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Mallory & irvine wore softshell...
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kevin davidson
(kdesign) - F

Locale: Mythical State of Jefferson
Mallory & irvine wore softshell... on 06/13/2006 17:05:50 MDT Print View

... and would not have looked out of place in a professor's study in Oxford. Just add a pipe.
Softshell clothing of the 1920's was up to the Everest challenge----

But were Mallory and Irvine first?

Edited by kdesign on 06/13/2006 17:07:25 MDT.

Jim Colten
(jcolten) - M

Locale: MN
Re: Mallory & irvine wore softshell... on 06/13/2006 18:02:04 MDT Print View

Great article! Although if they put 3 yrs into recreating the clothing I'd wish they'd field tested it for more than two days. And I can't agree that this is a brick in the wall of evidence that Mallory and Irvine summited .... but it is a brick out the wall that says they couldn't have.

I just love examples where old technology matches or beats new. A few years ago on a canoe building forum a fella was quite pleased that he'd made a kevlar replica of Nessmuk's Wee Lassie that weighed only 13 lbs. I didn't have the heart to point out that Rushton's original had weighed the same ... built with wood and using metal fasteners!

Brian James
(bjamesd) - F

Locale: South Coast of BC
outdoor industry on 06/13/2006 21:03:14 MDT Print View

One more of the billion ways that the outdoor industry misleads good people for the sake of the bottom line. Which, of course, they have a feduciary responsibility to do. But it's still annoying.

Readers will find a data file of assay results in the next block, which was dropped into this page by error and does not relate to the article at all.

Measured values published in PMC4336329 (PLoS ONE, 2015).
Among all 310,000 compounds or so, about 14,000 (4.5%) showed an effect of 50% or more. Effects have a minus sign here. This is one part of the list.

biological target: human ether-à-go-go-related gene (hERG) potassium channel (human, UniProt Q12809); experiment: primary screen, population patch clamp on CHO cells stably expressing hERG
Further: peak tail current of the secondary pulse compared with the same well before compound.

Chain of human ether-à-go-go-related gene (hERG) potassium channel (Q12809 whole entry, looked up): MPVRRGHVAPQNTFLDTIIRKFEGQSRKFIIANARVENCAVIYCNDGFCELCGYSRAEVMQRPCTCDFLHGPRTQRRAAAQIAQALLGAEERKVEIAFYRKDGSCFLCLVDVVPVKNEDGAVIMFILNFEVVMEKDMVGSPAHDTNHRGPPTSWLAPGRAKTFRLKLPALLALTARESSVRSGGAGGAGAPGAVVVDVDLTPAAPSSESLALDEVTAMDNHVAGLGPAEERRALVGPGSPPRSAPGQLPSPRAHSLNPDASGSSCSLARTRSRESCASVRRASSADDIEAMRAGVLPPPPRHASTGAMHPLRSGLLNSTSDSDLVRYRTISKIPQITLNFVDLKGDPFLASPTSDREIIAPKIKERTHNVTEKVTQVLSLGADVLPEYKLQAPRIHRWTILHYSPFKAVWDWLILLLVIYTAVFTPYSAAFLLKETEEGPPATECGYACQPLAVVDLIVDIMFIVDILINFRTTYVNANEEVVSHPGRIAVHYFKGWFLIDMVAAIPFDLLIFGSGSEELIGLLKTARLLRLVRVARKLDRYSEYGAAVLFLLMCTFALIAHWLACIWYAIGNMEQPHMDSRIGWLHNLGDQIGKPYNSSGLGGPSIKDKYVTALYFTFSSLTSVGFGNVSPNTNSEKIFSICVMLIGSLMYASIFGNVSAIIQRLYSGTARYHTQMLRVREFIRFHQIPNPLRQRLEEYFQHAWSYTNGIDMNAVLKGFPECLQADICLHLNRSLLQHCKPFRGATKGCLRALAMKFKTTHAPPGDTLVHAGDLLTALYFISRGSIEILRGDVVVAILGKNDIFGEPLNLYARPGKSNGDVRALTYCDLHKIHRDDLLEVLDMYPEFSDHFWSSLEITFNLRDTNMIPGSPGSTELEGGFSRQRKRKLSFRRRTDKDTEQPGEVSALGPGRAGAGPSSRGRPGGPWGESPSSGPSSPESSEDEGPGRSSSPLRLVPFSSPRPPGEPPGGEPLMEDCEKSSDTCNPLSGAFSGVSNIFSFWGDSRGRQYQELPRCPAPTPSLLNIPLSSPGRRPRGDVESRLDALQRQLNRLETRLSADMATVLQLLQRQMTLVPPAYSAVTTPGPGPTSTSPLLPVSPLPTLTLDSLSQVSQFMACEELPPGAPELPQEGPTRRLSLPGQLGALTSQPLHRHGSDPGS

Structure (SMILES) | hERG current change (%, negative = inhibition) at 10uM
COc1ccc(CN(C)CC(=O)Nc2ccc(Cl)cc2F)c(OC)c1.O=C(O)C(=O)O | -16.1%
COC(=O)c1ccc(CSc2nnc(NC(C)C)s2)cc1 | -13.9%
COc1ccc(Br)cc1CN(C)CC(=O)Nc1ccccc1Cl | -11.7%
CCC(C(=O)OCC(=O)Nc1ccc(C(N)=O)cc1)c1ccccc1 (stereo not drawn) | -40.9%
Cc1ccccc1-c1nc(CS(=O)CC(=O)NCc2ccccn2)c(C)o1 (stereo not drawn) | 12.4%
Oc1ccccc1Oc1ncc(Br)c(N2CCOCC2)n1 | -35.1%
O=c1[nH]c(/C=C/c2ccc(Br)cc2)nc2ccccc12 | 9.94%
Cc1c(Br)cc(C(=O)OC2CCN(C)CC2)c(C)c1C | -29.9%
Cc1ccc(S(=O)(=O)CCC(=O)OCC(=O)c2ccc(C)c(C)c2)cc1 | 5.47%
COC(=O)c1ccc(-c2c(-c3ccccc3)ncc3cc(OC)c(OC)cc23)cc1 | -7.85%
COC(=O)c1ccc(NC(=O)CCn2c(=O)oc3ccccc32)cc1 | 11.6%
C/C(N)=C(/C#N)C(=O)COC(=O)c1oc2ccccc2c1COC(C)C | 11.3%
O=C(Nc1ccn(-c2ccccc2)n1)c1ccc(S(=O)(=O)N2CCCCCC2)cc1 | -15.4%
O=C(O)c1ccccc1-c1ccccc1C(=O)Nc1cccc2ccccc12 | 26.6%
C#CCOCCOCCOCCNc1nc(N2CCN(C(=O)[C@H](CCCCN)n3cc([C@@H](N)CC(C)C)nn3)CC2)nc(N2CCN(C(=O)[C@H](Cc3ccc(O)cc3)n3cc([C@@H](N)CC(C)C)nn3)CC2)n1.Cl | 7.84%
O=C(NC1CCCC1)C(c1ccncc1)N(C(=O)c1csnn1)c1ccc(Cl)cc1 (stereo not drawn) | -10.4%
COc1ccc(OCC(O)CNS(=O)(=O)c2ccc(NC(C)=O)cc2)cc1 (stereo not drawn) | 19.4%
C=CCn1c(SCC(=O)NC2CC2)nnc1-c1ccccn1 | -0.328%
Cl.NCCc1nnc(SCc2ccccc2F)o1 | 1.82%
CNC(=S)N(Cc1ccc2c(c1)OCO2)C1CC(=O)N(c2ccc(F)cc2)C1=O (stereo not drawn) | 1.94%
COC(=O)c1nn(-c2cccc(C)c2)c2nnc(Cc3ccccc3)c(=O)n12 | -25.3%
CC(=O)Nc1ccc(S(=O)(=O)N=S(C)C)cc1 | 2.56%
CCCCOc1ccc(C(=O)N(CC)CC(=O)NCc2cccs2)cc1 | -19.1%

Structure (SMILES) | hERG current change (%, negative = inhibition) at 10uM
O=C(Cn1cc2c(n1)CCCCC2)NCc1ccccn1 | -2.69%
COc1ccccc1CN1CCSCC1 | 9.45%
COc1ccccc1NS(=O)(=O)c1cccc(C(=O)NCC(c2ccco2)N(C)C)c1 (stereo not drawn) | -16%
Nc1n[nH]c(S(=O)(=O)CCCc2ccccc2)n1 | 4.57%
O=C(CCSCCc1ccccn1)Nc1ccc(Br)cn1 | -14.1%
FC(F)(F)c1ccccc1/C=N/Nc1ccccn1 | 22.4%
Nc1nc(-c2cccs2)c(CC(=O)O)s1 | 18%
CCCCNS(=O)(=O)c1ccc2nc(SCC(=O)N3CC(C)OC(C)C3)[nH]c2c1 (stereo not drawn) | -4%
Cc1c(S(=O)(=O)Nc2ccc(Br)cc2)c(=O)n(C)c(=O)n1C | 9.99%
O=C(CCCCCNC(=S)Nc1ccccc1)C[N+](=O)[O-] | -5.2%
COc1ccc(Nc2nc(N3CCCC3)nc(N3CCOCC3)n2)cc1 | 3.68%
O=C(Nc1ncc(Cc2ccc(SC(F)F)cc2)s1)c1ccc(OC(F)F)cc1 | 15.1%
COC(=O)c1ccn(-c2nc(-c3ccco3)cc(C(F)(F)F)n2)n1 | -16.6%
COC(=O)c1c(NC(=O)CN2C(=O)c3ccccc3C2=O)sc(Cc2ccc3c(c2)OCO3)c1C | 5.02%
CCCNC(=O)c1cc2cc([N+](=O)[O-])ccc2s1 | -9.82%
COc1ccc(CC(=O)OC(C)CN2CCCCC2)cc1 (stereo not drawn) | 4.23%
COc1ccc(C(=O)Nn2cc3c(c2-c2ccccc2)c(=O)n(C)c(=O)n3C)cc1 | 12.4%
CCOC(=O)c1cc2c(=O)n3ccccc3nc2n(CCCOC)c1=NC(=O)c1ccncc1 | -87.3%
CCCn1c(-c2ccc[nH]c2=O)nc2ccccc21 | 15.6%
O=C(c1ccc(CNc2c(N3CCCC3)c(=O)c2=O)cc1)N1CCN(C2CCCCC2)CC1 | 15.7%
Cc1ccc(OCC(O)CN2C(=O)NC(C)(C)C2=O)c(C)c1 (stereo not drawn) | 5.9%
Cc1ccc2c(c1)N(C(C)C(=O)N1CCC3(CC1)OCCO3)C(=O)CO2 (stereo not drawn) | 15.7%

Every time the outdoor megaliths who dictate the average outdoorsman's pack contents invent something, it's declared the most incredible advance in human history and the industry-paid magazines state firmly that it's no longer safe to go to the woods without the new substance or product. And yet stack (invention X) against hundred-year-old ideas made by men who had limited ability to invent substances (or BS) but infinite time to figure out good use for existing natural substances... and you get magic.

Who else but mother nature would invent the best substances to protect animals and humans from the elements?

In the end, I guess you could say that guys without marketing departments are some of the safest bets for buying outdoor products. Half of those guys invented the products for their own use first because our megalithic corporate masters decided a good idea was not scaleable enough.

And if you don't need to pay for ad campaigns it often means your product sells on merit alone. No smoke blowing or snake-oil salesmen required.

(Hat tip to MLD/SMD/Nunatak/JRB et. al -- cheers guys)